pear and hazelnut crostada
adapted from bon appetit magazine
over the years, i've done everything from making the piecrust and crumb topping over the weekend and freezing them until wednesday night, to just making them both thursday morning and chilling until i leave to go to my mom's. they both work just fine. oh, and if you're really on your game, give yourself a head start by toasting and husking the hazelnuts the night before. directions are here.
i should note that the one difficulty i've had with this recipe is the baking time. it instructs 400˚f in the bottom third of the oven for 40 minutes, then 12 more after that. i've never even made it to the extra 12. in fact, 40 minutes seems too long. next year, i am absolutely baking this in the center of the oven for 30 minutes and then checking to prevent it from getting too brown. (in fact, this time, i took it out after about only 26 minutes of baking and it was already darker than i would have liked it.) below, however, i'm including the directions from the original recipe. enjoy it - oh, and pick up some vanilla ice cream, too.
1/2 cup all-purpose flour
2/3 cup hazelnuts, toasted and husked
5 tablespoons packed golden brown sugar
3 tablespoons chilled unsalted butter, cubed
pinch of salt
in bowl of food processor, combine all ingredients; blend 1 minute, or until clumps form. transfer to small bowl or container; chill until needed. no need to clean the food processor between steps.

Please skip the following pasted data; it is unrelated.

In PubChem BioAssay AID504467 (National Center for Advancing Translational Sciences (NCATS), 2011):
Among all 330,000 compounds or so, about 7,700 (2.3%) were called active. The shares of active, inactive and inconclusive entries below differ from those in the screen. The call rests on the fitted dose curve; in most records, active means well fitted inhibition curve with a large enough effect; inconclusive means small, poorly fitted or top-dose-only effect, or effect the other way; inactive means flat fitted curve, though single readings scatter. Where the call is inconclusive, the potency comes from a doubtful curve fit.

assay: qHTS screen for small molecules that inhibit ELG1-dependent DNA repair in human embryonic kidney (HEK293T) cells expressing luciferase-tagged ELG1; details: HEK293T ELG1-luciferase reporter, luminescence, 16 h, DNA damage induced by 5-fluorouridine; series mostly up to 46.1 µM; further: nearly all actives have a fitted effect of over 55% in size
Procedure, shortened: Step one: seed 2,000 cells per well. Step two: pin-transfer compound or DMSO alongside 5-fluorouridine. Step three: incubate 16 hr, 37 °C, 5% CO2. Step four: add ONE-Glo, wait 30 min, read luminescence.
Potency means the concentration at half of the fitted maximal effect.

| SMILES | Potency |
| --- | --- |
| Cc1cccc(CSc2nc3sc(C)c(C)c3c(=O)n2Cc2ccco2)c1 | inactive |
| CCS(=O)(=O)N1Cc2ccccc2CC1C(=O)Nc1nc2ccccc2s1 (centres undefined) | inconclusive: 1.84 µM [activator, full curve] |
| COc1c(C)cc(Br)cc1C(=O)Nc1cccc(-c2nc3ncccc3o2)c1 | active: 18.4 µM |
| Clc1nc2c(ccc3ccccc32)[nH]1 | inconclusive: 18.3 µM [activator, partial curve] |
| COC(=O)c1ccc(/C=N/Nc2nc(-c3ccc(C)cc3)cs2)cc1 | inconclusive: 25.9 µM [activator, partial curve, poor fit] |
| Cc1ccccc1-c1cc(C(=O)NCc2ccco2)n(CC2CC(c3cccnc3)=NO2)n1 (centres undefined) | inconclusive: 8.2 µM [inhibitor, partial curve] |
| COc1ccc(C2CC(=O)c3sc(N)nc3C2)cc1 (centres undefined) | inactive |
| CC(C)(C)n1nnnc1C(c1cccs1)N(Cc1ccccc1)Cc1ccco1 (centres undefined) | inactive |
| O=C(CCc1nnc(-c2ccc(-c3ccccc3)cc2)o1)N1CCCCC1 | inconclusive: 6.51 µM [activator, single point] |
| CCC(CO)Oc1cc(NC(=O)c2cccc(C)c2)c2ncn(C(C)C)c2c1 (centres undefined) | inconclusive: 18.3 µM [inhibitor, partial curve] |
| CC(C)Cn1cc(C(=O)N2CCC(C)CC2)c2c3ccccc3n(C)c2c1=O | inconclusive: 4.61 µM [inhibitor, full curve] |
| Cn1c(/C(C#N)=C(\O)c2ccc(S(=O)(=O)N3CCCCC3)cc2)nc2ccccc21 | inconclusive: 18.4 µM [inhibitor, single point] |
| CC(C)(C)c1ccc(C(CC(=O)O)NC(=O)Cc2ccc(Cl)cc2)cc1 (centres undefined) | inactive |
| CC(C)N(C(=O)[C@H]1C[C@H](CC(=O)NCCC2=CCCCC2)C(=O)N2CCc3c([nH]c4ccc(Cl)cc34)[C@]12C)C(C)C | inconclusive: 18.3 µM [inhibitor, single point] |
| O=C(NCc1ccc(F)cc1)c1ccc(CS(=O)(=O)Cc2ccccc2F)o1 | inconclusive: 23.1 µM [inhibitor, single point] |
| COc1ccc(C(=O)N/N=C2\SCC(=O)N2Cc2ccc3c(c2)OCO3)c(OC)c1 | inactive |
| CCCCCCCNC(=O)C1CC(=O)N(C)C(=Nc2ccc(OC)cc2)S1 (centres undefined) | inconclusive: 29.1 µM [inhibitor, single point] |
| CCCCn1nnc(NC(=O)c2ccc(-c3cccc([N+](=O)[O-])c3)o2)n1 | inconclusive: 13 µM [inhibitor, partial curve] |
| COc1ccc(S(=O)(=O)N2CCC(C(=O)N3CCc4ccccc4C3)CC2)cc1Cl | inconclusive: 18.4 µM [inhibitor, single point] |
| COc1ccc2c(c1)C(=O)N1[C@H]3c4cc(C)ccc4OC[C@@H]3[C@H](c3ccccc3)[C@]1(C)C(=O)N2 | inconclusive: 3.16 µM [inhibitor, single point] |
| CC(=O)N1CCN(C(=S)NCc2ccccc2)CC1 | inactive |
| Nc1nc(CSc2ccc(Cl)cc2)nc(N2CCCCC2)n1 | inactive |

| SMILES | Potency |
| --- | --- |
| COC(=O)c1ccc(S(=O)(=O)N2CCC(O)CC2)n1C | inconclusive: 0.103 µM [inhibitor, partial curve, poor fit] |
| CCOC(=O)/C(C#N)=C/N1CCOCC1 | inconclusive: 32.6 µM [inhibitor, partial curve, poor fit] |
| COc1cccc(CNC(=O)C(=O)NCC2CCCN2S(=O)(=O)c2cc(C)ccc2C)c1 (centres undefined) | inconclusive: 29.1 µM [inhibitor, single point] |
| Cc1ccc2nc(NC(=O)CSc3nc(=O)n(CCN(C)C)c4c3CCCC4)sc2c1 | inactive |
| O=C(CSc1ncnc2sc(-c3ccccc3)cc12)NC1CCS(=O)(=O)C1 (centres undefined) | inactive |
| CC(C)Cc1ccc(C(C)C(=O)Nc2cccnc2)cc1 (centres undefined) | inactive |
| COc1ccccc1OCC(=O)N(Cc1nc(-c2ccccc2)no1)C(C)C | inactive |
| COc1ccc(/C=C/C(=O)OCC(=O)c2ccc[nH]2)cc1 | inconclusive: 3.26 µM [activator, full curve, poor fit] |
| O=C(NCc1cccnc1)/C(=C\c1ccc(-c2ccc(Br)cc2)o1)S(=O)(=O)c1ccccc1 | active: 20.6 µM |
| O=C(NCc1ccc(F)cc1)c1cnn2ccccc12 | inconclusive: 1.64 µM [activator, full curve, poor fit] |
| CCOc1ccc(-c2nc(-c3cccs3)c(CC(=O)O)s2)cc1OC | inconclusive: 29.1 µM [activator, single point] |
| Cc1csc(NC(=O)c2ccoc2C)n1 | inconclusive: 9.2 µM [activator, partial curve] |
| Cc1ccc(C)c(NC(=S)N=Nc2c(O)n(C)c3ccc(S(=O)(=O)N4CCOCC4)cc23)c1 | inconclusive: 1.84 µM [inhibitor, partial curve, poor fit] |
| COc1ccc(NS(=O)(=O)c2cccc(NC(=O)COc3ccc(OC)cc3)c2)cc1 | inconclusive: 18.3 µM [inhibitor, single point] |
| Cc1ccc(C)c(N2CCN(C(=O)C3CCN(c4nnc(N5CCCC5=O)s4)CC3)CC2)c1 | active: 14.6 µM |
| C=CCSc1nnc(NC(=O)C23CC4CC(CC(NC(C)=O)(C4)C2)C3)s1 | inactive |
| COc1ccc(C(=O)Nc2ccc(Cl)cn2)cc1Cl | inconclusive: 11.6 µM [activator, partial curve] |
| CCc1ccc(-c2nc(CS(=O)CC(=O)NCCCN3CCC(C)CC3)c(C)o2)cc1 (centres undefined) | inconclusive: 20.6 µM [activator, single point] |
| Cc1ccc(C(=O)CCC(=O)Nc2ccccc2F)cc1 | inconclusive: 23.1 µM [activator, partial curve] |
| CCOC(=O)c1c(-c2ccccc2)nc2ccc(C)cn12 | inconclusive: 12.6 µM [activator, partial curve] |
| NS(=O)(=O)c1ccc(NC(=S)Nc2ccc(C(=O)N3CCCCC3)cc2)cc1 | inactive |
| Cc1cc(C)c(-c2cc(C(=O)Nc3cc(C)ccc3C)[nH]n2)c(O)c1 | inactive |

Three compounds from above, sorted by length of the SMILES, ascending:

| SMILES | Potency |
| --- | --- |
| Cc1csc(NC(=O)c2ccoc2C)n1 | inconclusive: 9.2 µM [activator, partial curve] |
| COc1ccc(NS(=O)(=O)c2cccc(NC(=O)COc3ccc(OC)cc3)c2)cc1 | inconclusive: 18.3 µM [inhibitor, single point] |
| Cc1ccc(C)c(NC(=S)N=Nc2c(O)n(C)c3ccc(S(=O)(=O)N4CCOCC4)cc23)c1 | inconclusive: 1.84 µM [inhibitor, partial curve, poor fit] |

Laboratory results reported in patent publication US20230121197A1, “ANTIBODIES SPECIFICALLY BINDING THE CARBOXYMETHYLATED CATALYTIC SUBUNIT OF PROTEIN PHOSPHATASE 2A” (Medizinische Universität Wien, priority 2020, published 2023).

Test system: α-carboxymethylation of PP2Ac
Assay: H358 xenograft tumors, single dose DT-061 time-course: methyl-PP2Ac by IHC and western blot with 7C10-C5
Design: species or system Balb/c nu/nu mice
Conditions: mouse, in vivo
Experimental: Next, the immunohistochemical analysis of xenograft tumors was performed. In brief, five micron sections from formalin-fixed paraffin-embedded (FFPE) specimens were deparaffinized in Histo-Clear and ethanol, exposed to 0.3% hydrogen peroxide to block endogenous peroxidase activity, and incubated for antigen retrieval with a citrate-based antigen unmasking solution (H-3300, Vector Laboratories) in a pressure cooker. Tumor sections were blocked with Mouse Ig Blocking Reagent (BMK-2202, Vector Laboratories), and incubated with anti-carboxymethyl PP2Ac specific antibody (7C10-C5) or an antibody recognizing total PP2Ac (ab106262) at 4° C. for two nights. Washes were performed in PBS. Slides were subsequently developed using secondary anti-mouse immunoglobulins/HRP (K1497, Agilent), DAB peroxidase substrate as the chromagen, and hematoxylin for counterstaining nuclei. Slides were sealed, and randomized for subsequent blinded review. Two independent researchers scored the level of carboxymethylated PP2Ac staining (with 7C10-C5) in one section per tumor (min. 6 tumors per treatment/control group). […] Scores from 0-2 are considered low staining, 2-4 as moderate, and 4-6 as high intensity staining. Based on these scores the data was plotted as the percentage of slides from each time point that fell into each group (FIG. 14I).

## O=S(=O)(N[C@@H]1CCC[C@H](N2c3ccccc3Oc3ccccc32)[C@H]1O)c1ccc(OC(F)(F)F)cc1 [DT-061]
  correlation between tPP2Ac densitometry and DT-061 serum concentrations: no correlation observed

1 cup all-purpose flour
2/3 cup bread flour
1/3 cup hazelnuts, toasted and husked
3 tablespoons packed golden brown sugar
1/2 teaspoon salt
9 tablespoons chilled unsalted butter, cubed
2-3 tablespoons ice water
in bowl of food processor, combine all-purpose flour, bread flour, hazelnuts, sugar and salt; blend 30 seconds to 1 minute, or until hazelnuts are finely chopped. add butter and pulse, just until coarse meal forms. with motor running, drizzle in 2 tablespoons ice water and process just until a ball of dough forms, adding more water, a teaspoon at a time, if necessary. transfer dough to work surface and form until a ball; flatten into a disk. wrap in plastic wrap and chill at least 30 minutes.
when you're ready to bake. heat oven to 400˚f. place dough between two sheets of parchment paper and roll dough to a 13-inch round (or as close to a round as you can get), lifting paper, smoothing wrinkles and turning as needed. remove and discard top piece of parchment paper. transfer bottom piece of parchment paper with dough to a large unrimmed baking sheet.
1 3/4 pounds ripe bartlett pears, peeled, quartered, cored and thinly sliced
1/3 cup sugar
1 tablespoon all-purpose flour
in medium bowl, gently combine pears, sugar and flour.
place pear mixture in center of dough, mounding high and leaving a 2-inch border. using parchment paper as an aid, if necessary, fold dough over pears, pleating loosely and pinching to seal any cracks.
sprinkle hazelnut topping over pears (it will seem like a lot, but still, put it all on there). bake 40 minutes, or until the crust is golden brown. (start checking it after about 20 minutes to make sure it doesn't burn.) tent very loosely with foil to prevent over-browning and bake until juices bubble thickly, about 12 minutes more. transfer baking sheet to rack; cool completely or just until warm. slide large spatula under crust to free from parchment and transfer to a platter (note: my mom and i transfer it every year using three large spatulas and finger-crossing.)